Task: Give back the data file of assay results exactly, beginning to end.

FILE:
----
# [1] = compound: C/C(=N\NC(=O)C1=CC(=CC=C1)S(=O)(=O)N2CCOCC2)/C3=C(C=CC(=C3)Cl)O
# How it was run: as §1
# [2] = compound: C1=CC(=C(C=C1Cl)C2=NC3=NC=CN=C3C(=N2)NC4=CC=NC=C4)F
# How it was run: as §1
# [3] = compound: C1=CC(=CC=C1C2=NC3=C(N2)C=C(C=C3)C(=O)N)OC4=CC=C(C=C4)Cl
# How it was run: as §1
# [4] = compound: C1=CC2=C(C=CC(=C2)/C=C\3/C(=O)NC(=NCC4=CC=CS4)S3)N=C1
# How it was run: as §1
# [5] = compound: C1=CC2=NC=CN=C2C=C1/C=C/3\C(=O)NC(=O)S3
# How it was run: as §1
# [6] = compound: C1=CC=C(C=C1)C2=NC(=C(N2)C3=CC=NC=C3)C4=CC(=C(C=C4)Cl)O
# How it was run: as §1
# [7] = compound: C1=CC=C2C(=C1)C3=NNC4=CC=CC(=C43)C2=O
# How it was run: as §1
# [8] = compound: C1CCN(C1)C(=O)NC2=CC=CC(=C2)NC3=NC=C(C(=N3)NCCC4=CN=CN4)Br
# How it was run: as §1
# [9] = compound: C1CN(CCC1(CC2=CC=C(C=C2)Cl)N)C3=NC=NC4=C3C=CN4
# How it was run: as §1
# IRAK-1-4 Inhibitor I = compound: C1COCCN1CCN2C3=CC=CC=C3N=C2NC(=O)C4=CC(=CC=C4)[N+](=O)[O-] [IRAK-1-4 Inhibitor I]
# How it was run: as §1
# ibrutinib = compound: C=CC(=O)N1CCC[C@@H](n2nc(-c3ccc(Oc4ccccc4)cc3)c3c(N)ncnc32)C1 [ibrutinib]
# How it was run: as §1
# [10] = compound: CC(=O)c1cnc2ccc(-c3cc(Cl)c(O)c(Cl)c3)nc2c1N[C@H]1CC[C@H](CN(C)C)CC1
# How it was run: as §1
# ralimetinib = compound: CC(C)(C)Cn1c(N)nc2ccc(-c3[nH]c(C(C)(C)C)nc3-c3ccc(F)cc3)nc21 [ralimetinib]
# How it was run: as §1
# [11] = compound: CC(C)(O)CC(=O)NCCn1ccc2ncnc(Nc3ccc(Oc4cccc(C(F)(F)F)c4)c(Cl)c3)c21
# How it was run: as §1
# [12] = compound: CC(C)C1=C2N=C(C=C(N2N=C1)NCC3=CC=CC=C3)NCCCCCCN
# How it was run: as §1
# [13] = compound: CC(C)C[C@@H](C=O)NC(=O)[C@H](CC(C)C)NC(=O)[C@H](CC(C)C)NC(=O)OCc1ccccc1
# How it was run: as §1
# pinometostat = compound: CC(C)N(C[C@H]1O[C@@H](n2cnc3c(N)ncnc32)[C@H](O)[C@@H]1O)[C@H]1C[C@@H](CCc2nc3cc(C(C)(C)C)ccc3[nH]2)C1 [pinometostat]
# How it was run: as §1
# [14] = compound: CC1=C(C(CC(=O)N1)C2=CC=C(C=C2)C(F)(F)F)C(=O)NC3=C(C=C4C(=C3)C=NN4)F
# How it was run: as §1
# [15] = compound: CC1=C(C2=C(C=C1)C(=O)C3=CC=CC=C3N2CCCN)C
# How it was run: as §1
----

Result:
# [1] = compound: C/C(=N\NC(=O)C1=CC(=CC=C1)S(=O)(=O)N2CCOCC2)/C3=C(C=CC(=C3)Cl)O
# How it was run: as §1
# [2] = compound: C1=CC(=C(C=C1Cl)C2=NC3=NC=CN=C3C(=N2)NC4=CC=NC=C4)F
# How it was run: as §1
# [3] = compound: C1=CC(=CC=C1C2=NC3=C(N2)C=C(C=C3)C(=O)N)OC4=CC=C(C=C4)Cl
# How it was run: as §1
# [4] = compound: C1=CC2=C(C=CC(=C2)/C=C\3/C(=O)NC(=NCC4=CC=CS4)S3)N=C1
# How it was run: as §1
# [5] = compound: C1=CC2=NC=CN=C2C=C1/C=C/3\C(=O)NC(=O)S3
# How it was run: as §1
# [6] = compound: C1=CC=C(C=C1)C2=NC(=C(N2)C3=CC=NC=C3)C4=CC(=C(C=C4)Cl)O
# How it was run: as §1
# [7] = compound: C1=CC=C2C(=C1)C3=NNC4=CC=CC(=C43)C2=O
# How it was run: as §1
# [8] = compound: C1CCN(C1)C(=O)NC2=CC=CC(=C2)NC3=NC=C(C(=N3)NCCC4=CN=CN4)Br
# How it was run: as §1
# [9] = compound: C1CN(CCC1(CC2=CC=C(C=C2)Cl)N)C3=NC=NC4=C3C=CN4
# How it was run: as §1
# IRAK-1-4 Inhibitor I = compound: C1COCCN1CCN2C3=CC=CC=C3N=C2NC(=O)C4=CC(=CC=C4)[N+](=O)[O-] [IRAK-1-4 Inhibitor I]
# How it was run: as §1
# ibrutinib = compound: C=CC(=O)N1CCC[C@@H](n2nc(-c3ccc(Oc4ccccc4)cc3)c3c(N)ncnc32)C1 [ibrutinib]
# How it was run: as §1
# [10] = compound: CC(=O)c1cnc2ccc(-c3cc(Cl)c(O)c(Cl)c3)nc2c1N[C@H]1CC[C@H](CN(C)C)CC1
# How it was run: as §1
# ralimetinib = compound: CC(C)(C)Cn1c(N)nc2ccc(-c3[nH]c(C(C)(C)C)nc3-c3ccc(F)cc3)nc21 [ralimetinib]
# How it was run: as §1
# [11] = compound: CC(C)(O)CC(=O)NCCn1ccc2ncnc(Nc3ccc(Oc4cccc(C(F)(F)F)c4)c(Cl)c3)c21
# How it was run: as §1
# [12] = compound: CC(C)C1=C2N=C(C=C(N2N=C1)NCC3=CC=CC=C3)NCCCCCCN
# How it was run: as §1
# [13] = compound: CC(C)C[C@@H](C=O)NC(=O)[C@H](CC(C)C)NC(=O)[C@H](CC(C)C)NC(=O)OCc1ccccc1
# How it was run: as §1
# pinometostat = compound: CC(C)N(C[C@H]1O[C@@H](n2cnc3c(N)ncnc32)[C@H](O)[C@@H]1O)[C@H]1C[C@@H](CCc2nc3cc(C(C)(C)C)ccc3[nH]2)C1 [pinometostat]
# How it was run: as §1
# [14] = compound: CC1=C(C(CC(=O)N1)C2=CC=C(C=C2)C(F)(F)F)C(=O)NC3=C(C=C4C(=C3)C=NN4)F
# How it was run: as §1
# [15] = compound: CC1=C(C2=C(C=C1)C(=O)C3=CC=CC=C3N2CCCN)C
# How it was run: as §1